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How Goldman Sachs's CEO uses Instagram to be 'a little more human' to employees

A Fleetwood Mac concert at Madison Square Garden. A ruby red double-decker bus on the streets of London. Ornate boats docked on a Chinese shoreline.

The sites appear in posts from an unlikely Instagram influencer: Goldman Sachs CEO David Solomon, who said in a new interview that he uses the platform primarily as a means to reach millennial employees.

“Instagram for us was an interesting platform to communicate first and foremost to our people,” says Solomon, who has a side gig as a D.J. “I needed a more modern way to communicate with a workforce that’s 75% millennial, that’s 60% [made up of people] 30 years old or less.”

“CEOs don’t sit up in an ivory tower anymore, isolated. If you do, by the way, it’s going to be a very unsuccessful way to run your company. So you’ve got to be a little more available, a little more vulnerable, a little more human and you’ve got to be in touch,” adds Solomon who has accrued about 13,900 Instagram followers since his first post last October.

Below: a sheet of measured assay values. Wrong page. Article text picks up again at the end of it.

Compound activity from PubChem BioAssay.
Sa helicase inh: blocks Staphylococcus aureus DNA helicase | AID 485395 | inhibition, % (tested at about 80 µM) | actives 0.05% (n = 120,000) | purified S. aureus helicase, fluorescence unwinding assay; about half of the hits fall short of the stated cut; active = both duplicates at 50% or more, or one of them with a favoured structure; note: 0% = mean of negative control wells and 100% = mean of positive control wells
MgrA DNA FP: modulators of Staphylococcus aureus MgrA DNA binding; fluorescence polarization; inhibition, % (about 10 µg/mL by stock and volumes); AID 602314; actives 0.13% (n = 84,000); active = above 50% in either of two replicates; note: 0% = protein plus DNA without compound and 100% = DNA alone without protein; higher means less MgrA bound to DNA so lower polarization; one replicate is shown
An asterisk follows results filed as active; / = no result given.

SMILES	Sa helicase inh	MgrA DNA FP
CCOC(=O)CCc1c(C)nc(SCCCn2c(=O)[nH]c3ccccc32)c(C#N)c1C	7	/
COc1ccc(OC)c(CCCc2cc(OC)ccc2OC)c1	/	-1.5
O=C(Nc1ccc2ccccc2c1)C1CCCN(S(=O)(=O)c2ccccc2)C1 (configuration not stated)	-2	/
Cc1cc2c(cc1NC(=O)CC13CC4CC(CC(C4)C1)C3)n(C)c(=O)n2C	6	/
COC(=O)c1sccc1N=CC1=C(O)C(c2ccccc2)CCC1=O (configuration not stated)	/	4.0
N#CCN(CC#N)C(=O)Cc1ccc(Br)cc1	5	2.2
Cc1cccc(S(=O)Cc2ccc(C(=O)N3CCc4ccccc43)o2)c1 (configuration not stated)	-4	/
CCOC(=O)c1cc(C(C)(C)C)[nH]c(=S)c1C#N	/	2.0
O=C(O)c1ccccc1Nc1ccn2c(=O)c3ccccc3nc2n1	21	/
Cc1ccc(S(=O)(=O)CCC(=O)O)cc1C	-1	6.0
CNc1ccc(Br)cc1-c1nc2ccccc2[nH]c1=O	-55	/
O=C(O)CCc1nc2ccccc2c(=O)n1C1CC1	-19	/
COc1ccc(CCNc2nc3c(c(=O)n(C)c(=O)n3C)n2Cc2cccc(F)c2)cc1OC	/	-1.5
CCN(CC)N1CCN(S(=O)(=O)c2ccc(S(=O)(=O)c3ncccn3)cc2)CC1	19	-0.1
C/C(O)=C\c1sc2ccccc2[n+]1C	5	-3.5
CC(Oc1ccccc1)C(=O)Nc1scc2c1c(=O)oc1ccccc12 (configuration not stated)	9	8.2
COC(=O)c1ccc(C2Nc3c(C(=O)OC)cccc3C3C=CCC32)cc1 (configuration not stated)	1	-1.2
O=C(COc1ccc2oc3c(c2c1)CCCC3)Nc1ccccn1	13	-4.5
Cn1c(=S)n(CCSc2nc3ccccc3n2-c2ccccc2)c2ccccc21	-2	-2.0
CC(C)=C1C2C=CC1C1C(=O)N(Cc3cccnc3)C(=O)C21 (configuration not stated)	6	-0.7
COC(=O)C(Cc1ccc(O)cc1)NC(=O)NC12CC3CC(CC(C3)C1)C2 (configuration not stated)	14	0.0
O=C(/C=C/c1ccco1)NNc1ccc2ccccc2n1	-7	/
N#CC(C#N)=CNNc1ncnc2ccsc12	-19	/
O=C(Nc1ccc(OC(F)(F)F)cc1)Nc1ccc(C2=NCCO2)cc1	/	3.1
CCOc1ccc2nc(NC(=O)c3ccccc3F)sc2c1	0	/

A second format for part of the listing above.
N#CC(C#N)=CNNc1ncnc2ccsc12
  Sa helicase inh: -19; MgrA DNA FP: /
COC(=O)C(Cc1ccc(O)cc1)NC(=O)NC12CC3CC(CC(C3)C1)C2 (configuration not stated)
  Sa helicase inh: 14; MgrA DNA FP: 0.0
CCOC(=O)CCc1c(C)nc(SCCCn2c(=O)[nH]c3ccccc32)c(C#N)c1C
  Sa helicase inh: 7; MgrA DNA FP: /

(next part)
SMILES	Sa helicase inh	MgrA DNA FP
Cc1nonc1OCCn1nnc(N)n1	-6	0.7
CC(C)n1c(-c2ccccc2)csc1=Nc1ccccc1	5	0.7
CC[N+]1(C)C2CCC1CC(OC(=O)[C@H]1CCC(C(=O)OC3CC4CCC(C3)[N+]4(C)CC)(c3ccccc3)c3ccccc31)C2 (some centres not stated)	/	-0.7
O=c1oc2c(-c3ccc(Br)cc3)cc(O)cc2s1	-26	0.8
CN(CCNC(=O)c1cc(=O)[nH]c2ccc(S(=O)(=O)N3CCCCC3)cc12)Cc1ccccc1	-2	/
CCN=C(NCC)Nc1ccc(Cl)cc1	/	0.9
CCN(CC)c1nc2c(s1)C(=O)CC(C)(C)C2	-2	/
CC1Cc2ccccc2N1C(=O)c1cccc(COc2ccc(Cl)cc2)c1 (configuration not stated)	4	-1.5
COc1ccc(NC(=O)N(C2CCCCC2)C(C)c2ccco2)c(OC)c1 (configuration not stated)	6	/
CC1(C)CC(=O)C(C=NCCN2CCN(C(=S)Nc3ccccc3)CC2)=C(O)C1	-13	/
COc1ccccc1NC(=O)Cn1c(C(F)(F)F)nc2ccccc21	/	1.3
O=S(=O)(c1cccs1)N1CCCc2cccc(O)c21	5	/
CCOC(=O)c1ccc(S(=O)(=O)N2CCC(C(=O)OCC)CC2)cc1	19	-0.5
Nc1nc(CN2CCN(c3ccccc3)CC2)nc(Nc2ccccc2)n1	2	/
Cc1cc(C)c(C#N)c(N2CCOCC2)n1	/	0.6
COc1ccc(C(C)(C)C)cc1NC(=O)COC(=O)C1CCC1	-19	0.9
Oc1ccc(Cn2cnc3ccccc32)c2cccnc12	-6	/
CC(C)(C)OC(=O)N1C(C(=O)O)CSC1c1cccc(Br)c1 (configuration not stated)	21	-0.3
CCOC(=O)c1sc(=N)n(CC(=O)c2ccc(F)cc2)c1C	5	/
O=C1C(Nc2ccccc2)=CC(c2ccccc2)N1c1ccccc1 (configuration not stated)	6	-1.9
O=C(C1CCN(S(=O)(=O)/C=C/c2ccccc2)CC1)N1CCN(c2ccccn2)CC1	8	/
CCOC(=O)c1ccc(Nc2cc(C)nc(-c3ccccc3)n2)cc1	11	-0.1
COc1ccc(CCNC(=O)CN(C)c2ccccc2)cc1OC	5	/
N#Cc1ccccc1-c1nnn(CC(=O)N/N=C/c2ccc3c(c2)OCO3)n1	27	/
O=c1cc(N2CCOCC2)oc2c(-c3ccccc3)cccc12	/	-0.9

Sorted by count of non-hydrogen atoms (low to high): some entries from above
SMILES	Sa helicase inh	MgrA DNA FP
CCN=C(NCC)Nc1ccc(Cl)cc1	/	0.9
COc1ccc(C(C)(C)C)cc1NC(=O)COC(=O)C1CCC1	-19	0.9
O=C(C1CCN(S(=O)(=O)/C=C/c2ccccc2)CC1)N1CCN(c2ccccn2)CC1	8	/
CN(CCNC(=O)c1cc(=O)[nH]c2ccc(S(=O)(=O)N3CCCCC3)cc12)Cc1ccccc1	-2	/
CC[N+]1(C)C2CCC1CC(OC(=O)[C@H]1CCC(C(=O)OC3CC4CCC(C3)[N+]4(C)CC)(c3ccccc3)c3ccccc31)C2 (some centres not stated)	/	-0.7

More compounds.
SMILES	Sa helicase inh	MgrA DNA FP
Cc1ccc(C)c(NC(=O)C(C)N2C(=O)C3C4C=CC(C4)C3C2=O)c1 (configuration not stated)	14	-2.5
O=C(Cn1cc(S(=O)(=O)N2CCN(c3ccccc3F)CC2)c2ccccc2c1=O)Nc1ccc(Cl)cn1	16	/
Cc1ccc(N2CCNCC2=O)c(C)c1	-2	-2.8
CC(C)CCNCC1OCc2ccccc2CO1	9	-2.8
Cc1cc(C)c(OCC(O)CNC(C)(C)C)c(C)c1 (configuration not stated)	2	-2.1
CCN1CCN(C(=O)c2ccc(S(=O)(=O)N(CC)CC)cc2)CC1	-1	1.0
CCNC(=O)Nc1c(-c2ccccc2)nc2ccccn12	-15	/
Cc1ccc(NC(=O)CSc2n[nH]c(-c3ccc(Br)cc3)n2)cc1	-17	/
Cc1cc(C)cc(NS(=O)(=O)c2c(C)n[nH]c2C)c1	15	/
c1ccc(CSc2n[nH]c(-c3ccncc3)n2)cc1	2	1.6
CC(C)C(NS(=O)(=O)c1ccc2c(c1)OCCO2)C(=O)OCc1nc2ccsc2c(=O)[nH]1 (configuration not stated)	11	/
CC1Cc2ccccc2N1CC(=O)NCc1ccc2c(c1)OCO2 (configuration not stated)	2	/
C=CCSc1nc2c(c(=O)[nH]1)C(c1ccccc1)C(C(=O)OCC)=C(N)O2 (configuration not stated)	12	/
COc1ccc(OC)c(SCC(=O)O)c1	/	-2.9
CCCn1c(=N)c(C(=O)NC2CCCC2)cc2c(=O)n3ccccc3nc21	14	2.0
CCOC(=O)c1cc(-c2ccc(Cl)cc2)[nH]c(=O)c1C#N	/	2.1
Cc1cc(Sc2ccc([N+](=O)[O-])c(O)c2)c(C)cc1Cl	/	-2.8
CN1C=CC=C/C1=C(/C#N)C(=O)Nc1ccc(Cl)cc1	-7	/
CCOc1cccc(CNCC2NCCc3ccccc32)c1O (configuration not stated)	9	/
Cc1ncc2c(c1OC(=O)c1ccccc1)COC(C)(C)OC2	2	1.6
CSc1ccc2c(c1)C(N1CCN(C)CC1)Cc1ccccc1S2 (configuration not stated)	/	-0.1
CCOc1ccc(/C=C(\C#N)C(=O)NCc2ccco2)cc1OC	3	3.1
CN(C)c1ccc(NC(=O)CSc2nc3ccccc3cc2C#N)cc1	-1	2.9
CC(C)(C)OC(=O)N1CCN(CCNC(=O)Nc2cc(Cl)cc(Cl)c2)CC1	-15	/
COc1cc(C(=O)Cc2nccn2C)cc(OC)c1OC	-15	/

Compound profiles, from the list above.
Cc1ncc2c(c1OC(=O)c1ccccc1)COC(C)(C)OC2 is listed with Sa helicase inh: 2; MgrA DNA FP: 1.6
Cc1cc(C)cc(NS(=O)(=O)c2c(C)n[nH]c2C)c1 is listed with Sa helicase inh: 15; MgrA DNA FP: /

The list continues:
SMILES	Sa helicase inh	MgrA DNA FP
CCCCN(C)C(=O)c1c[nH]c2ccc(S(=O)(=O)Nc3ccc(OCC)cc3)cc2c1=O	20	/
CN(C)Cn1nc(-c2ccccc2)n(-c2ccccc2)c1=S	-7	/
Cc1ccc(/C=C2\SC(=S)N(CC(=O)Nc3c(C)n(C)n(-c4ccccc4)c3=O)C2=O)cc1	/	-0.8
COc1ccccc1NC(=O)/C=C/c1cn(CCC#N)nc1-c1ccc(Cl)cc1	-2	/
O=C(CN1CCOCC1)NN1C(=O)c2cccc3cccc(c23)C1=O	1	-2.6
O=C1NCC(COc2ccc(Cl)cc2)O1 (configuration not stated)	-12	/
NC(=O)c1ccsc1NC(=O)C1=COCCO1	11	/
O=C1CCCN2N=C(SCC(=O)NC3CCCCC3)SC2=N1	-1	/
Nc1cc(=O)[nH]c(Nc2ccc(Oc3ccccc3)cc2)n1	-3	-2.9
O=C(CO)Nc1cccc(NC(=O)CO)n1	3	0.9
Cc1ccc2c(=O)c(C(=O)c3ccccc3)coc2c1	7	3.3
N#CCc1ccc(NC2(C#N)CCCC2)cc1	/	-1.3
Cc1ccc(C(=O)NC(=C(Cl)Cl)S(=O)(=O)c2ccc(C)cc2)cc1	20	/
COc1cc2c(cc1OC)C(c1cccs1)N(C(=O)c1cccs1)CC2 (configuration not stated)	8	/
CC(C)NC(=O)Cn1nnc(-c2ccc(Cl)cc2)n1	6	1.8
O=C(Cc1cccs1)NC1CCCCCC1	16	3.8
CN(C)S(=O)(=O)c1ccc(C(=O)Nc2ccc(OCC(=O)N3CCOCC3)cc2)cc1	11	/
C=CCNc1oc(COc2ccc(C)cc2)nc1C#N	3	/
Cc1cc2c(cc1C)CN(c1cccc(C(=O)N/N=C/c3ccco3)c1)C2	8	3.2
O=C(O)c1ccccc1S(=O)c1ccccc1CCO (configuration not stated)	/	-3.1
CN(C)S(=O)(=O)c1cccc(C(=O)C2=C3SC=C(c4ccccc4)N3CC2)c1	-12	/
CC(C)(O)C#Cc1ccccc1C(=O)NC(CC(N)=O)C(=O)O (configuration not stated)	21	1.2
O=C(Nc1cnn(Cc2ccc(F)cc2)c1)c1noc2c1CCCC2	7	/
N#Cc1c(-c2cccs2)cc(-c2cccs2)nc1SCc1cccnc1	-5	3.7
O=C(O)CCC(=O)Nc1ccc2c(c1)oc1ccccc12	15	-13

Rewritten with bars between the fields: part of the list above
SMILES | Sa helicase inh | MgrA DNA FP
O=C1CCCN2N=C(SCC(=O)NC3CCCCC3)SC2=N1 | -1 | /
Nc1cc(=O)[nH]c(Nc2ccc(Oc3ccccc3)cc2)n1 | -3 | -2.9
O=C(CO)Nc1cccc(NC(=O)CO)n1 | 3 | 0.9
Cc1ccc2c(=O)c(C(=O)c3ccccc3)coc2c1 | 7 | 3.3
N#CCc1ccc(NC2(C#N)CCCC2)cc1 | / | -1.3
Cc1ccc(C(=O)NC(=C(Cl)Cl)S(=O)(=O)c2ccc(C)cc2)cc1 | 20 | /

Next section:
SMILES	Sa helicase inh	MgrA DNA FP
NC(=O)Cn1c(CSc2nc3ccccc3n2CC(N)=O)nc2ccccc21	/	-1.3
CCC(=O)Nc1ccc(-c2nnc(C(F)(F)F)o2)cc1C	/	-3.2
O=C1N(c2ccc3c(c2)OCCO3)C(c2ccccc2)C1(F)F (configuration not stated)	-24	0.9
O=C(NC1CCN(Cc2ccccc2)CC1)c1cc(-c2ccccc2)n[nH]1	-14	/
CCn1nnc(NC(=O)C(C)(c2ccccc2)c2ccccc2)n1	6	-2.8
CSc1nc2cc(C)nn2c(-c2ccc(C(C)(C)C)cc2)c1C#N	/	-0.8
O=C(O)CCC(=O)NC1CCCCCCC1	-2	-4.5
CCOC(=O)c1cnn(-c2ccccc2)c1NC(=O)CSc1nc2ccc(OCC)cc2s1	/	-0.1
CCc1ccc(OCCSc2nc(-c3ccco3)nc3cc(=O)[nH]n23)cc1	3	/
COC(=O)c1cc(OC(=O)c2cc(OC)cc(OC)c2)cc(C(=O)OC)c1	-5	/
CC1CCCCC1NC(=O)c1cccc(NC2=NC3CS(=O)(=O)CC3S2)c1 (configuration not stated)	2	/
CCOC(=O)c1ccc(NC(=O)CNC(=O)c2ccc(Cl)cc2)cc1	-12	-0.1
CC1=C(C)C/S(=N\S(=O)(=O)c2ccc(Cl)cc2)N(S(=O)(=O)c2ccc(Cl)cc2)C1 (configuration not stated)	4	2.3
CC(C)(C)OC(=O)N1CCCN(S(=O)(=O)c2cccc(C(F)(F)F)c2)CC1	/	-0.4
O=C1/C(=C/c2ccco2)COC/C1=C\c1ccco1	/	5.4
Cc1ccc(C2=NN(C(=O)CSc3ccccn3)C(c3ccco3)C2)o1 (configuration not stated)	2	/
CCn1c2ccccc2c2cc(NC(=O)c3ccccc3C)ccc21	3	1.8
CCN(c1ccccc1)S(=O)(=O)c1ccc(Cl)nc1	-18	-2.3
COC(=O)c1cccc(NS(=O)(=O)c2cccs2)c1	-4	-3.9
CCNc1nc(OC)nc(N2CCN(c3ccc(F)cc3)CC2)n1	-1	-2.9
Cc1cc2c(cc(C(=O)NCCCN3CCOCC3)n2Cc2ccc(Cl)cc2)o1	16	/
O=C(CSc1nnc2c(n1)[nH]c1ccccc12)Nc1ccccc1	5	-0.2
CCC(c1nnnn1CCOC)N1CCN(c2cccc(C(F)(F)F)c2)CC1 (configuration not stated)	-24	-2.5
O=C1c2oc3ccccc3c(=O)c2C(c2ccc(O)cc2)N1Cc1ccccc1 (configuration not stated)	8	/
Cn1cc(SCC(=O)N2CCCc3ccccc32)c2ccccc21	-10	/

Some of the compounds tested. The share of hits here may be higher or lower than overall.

‘There are flaws to these tools’

If each of his followers was a Goldman Sachs employee, the total would comprise slightly more than one-third of the company’s 38,000-person workforce.

Feedback on the Instagram account has been positive, said Solomon, who made the remarks on Monday to Yahoo Finance Editor-in-chief Andy Serwer during a panel at Milken Global Conference 2019, a gathering of business and civic leaders in Beverly Hills, California organized by the Milken Institute.

The panel, entitled “Staying Atop—How CEOs Manage Shifting Tide,” also featured Viacom CEO Bob Bakish, Siemens US CEO Barbara Humpton, Ernst & Young CEO-elect Carmine Di Sibio, and General Mills CEO Jeffrey Harmening. Watch the full panel here.

Instagram has been the subject of heightened scrutiny in recent weeks as a forum for the spread of conspiracy theories and misinformation. Solomon acknowledged that social media platforms aren’t perfect.

“There are flaws to these tools...but they’re here to stay and our job is to use them as effectively as we can,” Solomon says.

Andy Serwer is editor-in-chief of Yahoo Finance.

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